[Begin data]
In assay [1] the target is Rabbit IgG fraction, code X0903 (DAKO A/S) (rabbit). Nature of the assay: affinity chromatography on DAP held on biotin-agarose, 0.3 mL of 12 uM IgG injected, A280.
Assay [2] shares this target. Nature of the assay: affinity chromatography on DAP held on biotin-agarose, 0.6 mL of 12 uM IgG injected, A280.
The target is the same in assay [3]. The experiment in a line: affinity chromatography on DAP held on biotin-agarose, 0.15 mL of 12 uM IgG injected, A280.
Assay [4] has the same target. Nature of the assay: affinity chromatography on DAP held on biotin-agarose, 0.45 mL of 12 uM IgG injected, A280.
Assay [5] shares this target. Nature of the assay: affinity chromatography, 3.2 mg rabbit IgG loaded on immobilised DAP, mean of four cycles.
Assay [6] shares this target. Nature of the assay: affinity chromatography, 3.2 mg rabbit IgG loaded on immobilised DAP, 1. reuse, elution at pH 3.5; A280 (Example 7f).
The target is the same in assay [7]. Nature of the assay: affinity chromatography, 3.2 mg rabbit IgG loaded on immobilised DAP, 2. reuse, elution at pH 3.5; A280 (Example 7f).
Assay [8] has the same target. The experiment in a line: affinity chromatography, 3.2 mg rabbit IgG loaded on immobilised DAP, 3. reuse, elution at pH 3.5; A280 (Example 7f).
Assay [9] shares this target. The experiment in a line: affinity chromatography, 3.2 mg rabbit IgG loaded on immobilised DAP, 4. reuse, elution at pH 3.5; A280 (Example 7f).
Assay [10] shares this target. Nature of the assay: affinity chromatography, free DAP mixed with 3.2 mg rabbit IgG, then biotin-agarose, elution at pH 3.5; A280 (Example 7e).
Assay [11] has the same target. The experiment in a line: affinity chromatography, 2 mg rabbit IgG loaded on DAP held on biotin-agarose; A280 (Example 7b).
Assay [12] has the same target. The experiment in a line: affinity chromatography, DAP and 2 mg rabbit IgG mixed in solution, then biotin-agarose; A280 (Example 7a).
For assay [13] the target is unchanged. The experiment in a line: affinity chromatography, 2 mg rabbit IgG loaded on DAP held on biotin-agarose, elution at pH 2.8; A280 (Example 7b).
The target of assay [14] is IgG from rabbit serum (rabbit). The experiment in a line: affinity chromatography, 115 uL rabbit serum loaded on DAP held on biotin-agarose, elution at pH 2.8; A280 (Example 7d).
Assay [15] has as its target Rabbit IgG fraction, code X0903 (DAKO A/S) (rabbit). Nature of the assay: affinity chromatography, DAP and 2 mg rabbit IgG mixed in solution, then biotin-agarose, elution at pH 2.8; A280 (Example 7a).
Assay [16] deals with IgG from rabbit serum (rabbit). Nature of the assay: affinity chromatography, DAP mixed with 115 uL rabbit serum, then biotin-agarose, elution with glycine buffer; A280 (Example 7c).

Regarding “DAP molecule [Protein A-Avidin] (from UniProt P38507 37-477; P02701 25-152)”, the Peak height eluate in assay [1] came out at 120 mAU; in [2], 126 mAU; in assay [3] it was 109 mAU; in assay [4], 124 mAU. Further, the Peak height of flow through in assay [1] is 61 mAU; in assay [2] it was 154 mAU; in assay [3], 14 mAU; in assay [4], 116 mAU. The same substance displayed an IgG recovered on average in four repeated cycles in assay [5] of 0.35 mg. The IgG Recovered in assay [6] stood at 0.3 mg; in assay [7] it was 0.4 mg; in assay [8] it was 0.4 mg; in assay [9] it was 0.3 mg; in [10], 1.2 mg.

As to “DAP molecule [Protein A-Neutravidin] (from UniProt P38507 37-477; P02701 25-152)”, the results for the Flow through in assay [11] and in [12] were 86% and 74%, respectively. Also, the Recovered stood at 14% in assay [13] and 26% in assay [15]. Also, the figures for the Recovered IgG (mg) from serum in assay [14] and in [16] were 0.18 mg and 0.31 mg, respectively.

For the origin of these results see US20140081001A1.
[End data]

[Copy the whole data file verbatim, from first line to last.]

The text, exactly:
In assay [1] the target is Rabbit IgG fraction, code X0903 (DAKO A/S) (rabbit). Nature of the assay: affinity chromatography on DAP held on biotin-agarose, 0.3 mL of 12 uM IgG injected, A280.
Assay [2] shares this target. Nature of the assay: affinity chromatography on DAP held on biotin-agarose, 0.6 mL of 12 uM IgG injected, A280.
The target is the same in assay [3]. The experiment in a line: affinity chromatography on DAP held on biotin-agarose, 0.15 mL of 12 uM IgG injected, A280.
Assay [4] has the same target. Nature of the assay: affinity chromatography on DAP held on biotin-agarose, 0.45 mL of 12 uM IgG injected, A280.
Assay [5] shares this target. Nature of the assay: affinity chromatography, 3.2 mg rabbit IgG loaded on immobilised DAP, mean of four cycles.
Assay [6] shares this target. Nature of the assay: affinity chromatography, 3.2 mg rabbit IgG loaded on immobilised DAP, 1. reuse, elution at pH 3.5; A280 (Example 7f).
The target is the same in assay [7]. Nature of the assay: affinity chromatography, 3.2 mg rabbit IgG loaded on immobilised DAP, 2. reuse, elution at pH 3.5; A280 (Example 7f).
Assay [8] has the same target. The experiment in a line: affinity chromatography, 3.2 mg rabbit IgG loaded on immobilised DAP, 3. reuse, elution at pH 3.5; A280 (Example 7f).
Assay [9] shares this target. The experiment in a line: affinity chromatography, 3.2 mg rabbit IgG loaded on immobilised DAP, 4. reuse, elution at pH 3.5; A280 (Example 7f).
Assay [10] shares this target. Nature of the assay: affinity chromatography, free DAP mixed with 3.2 mg rabbit IgG, then biotin-agarose, elution at pH 3.5; A280 (Example 7e).
Assay [11] has the same target. The experiment in a line: affinity chromatography, 2 mg rabbit IgG loaded on DAP held on biotin-agarose; A280 (Example 7b).
Assay [12] has the same target. The experiment in a line: affinity chromatography, DAP and 2 mg rabbit IgG mixed in solution, then biotin-agarose; A280 (Example 7a).
For assay [13] the target is unchanged. The experiment in a line: affinity chromatography, 2 mg rabbit IgG loaded on DAP held on biotin-agarose, elution at pH 2.8; A280 (Example 7b).
The target of assay [14] is IgG from rabbit serum (rabbit). The experiment in a line: affinity chromatography, 115 uL rabbit serum loaded on DAP held on biotin-agarose, elution at pH 2.8; A280 (Example 7d).
Assay [15] has as its target Rabbit IgG fraction, code X0903 (DAKO A/S) (rabbit). Nature of the assay: affinity chromatography, DAP and 2 mg rabbit IgG mixed in solution, then biotin-agarose, elution at pH 2.8; A280 (Example 7a).
Assay [16] deals with IgG from rabbit serum (rabbit). Nature of the assay: affinity chromatography, DAP mixed with 115 uL rabbit serum, then biotin-agarose, elution with glycine buffer; A280 (Example 7c).

Regarding “DAP molecule [Protein A-Avidin] (from UniProt P38507 37-477; P02701 25-152)”, the Peak height eluate in assay [1] came out at 120 mAU; in [2], 126 mAU; in assay [3] it was 109 mAU; in assay [4], 124 mAU. Further, the Peak height of flow through in assay [1] is 61 mAU; in assay [2] it was 154 mAU; in assay [3], 14 mAU; in assay [4], 116 mAU. The same substance displayed an IgG recovered on average in four repeated cycles in assay [5] of 0.35 mg. The IgG Recovered in assay [6] stood at 0.3 mg; in assay [7] it was 0.4 mg; in assay [8] it was 0.4 mg; in assay [9] it was 0.3 mg; in [10], 1.2 mg.

As to “DAP molecule [Protein A-Neutravidin] (from UniProt P38507 37-477; P02701 25-152)”, the results for the Flow through in assay [11] and in [12] were 86% and 74%, respectively. Also, the Recovered stood at 14% in assay [13] and 26% in assay [15]. Also, the figures for the Recovered IgG (mg) from serum in assay [14] and in [16] were 0.18 mg and 0.31 mg, respectively.

For the origin of these results see US20140081001A1.